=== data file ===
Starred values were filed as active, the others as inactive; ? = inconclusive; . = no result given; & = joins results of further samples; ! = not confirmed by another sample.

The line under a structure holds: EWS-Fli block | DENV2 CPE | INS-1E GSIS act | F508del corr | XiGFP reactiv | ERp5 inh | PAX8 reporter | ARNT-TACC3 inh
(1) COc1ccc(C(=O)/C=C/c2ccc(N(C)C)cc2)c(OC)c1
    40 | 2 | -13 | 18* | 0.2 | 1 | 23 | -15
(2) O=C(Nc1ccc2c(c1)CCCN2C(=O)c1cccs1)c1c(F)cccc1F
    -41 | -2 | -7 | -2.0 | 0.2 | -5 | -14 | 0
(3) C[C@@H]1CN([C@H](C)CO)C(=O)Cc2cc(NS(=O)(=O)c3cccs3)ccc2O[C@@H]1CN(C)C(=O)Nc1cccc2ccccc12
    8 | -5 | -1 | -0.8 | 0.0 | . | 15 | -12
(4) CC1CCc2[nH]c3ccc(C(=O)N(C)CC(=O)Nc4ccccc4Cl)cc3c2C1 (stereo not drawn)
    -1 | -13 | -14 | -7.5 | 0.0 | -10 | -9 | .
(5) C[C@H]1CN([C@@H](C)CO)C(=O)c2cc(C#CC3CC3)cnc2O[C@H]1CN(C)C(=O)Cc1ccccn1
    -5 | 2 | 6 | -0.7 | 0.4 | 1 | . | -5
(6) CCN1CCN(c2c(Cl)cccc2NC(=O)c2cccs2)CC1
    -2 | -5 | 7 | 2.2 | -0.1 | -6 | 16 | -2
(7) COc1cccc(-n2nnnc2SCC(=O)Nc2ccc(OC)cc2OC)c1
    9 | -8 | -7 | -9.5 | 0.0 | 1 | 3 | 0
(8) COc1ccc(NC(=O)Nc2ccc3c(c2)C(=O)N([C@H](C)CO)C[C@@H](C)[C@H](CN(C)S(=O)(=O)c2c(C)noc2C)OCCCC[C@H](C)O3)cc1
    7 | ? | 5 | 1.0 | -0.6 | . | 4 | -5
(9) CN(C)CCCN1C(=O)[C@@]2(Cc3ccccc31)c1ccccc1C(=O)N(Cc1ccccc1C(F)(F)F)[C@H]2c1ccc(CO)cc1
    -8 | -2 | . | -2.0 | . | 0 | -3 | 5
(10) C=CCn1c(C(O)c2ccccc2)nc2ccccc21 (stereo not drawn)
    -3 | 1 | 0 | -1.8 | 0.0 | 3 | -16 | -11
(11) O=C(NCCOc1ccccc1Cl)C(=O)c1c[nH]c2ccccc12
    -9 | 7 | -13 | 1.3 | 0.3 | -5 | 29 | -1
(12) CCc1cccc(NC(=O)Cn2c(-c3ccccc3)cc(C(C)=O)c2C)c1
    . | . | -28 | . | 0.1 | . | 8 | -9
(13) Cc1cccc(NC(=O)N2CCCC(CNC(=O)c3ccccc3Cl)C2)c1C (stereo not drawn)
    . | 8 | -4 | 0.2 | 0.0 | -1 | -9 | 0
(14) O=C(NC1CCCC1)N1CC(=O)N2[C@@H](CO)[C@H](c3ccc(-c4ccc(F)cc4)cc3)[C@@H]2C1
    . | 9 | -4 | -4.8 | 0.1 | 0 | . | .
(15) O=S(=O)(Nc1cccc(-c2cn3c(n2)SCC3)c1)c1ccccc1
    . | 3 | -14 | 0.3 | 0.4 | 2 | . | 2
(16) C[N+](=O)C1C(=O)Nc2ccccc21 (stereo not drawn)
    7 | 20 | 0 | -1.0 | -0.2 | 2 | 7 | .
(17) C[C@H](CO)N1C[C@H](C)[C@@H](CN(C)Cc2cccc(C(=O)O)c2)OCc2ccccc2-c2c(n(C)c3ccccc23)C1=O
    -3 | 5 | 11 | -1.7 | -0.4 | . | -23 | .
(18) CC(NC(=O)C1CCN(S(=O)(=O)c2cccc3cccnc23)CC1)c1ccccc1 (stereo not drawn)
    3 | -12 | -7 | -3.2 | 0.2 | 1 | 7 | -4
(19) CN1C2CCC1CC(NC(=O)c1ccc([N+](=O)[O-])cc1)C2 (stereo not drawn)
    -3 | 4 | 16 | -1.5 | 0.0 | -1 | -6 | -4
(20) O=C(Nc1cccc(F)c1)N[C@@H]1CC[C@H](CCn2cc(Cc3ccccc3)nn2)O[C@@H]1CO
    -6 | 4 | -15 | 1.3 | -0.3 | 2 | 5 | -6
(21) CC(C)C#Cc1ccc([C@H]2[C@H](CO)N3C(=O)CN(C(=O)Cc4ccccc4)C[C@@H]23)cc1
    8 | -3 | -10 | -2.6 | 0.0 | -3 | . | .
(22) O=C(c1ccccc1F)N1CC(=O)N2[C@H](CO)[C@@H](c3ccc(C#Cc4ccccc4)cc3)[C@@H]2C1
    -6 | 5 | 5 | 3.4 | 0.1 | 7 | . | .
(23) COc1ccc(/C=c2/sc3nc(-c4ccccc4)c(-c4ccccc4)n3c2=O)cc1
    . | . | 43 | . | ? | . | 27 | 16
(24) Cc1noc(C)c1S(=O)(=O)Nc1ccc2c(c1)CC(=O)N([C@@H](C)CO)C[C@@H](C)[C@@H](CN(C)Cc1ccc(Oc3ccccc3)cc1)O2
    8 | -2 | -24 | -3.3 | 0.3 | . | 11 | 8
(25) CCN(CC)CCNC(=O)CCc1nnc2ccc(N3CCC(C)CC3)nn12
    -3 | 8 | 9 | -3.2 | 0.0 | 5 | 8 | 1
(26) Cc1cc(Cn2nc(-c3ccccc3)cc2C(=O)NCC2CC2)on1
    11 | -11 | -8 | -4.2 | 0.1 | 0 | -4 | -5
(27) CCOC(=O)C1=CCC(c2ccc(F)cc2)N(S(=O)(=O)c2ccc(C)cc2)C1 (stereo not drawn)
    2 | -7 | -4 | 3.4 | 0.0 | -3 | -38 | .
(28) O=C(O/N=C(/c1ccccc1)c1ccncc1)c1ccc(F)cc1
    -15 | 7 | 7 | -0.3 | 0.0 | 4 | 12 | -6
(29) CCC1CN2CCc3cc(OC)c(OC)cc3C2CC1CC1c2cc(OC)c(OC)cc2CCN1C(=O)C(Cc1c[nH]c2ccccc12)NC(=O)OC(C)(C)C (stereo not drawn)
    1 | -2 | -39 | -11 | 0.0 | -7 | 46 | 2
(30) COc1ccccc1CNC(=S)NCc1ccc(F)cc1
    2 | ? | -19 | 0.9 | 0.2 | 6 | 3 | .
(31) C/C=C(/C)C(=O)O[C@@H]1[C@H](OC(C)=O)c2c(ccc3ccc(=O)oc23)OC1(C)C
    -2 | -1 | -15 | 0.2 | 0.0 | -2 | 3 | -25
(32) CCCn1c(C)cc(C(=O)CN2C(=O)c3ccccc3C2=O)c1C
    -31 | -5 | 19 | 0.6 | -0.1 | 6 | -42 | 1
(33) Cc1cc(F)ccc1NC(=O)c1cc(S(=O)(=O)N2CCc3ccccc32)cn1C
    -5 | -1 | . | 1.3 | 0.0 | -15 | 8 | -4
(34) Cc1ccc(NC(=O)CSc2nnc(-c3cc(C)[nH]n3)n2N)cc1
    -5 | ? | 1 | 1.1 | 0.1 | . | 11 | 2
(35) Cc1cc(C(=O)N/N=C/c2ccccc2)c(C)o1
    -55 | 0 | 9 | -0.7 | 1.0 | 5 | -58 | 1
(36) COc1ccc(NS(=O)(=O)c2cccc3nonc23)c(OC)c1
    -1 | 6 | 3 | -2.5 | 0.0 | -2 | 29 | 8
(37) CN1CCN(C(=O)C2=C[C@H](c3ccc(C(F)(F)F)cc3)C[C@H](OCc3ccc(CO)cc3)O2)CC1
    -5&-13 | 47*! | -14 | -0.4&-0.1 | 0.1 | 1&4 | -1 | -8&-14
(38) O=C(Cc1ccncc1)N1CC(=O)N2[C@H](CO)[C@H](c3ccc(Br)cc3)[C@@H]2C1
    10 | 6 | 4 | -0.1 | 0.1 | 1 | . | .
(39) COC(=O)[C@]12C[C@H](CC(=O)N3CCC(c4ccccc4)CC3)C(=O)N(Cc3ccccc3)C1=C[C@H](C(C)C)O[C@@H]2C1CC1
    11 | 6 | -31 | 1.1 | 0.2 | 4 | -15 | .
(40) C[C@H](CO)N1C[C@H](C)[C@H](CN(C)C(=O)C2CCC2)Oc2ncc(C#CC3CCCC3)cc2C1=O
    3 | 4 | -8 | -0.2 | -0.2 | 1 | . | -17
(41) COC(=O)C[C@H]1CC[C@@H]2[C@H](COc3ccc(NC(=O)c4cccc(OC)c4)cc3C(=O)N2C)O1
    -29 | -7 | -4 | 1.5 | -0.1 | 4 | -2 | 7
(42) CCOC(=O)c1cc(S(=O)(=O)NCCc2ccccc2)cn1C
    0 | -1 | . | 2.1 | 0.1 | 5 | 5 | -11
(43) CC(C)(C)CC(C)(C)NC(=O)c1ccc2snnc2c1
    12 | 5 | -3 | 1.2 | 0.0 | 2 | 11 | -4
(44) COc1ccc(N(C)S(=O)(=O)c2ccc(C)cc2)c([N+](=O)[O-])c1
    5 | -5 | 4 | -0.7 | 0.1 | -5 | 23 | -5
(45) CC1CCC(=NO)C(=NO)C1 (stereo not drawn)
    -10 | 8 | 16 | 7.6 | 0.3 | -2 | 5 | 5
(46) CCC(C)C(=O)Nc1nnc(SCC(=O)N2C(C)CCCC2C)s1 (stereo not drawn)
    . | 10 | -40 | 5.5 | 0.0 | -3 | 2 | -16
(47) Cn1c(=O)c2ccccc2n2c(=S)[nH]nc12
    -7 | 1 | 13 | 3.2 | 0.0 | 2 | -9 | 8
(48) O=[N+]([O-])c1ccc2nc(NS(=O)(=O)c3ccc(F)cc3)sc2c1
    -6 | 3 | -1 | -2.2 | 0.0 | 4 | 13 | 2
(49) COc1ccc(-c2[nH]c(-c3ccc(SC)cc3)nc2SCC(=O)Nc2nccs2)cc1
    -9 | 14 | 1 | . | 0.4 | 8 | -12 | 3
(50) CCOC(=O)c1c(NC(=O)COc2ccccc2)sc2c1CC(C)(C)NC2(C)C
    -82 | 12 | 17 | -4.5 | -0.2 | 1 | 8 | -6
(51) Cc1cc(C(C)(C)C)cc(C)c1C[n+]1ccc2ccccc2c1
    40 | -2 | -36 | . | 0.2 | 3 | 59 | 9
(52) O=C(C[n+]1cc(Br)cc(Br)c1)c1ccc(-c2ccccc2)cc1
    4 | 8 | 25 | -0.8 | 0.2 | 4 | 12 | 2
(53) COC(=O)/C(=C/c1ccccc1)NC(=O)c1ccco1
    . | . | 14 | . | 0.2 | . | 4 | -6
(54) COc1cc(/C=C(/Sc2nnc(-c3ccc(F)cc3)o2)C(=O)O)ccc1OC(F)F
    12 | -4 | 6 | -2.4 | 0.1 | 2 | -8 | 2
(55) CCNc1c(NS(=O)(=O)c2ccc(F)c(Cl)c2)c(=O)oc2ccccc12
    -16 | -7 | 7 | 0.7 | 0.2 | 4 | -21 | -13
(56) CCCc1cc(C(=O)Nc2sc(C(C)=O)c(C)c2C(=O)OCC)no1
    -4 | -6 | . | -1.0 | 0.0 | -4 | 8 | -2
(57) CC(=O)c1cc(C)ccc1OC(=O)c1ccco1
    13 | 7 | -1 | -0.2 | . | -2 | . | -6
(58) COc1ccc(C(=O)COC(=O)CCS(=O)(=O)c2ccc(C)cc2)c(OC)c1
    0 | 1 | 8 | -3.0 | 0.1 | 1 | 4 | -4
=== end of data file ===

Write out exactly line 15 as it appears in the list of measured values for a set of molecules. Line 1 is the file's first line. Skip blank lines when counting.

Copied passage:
(7) COc1cccc(-n2nnnc2SCC(=O)Nc2ccc(OC)cc2OC)c1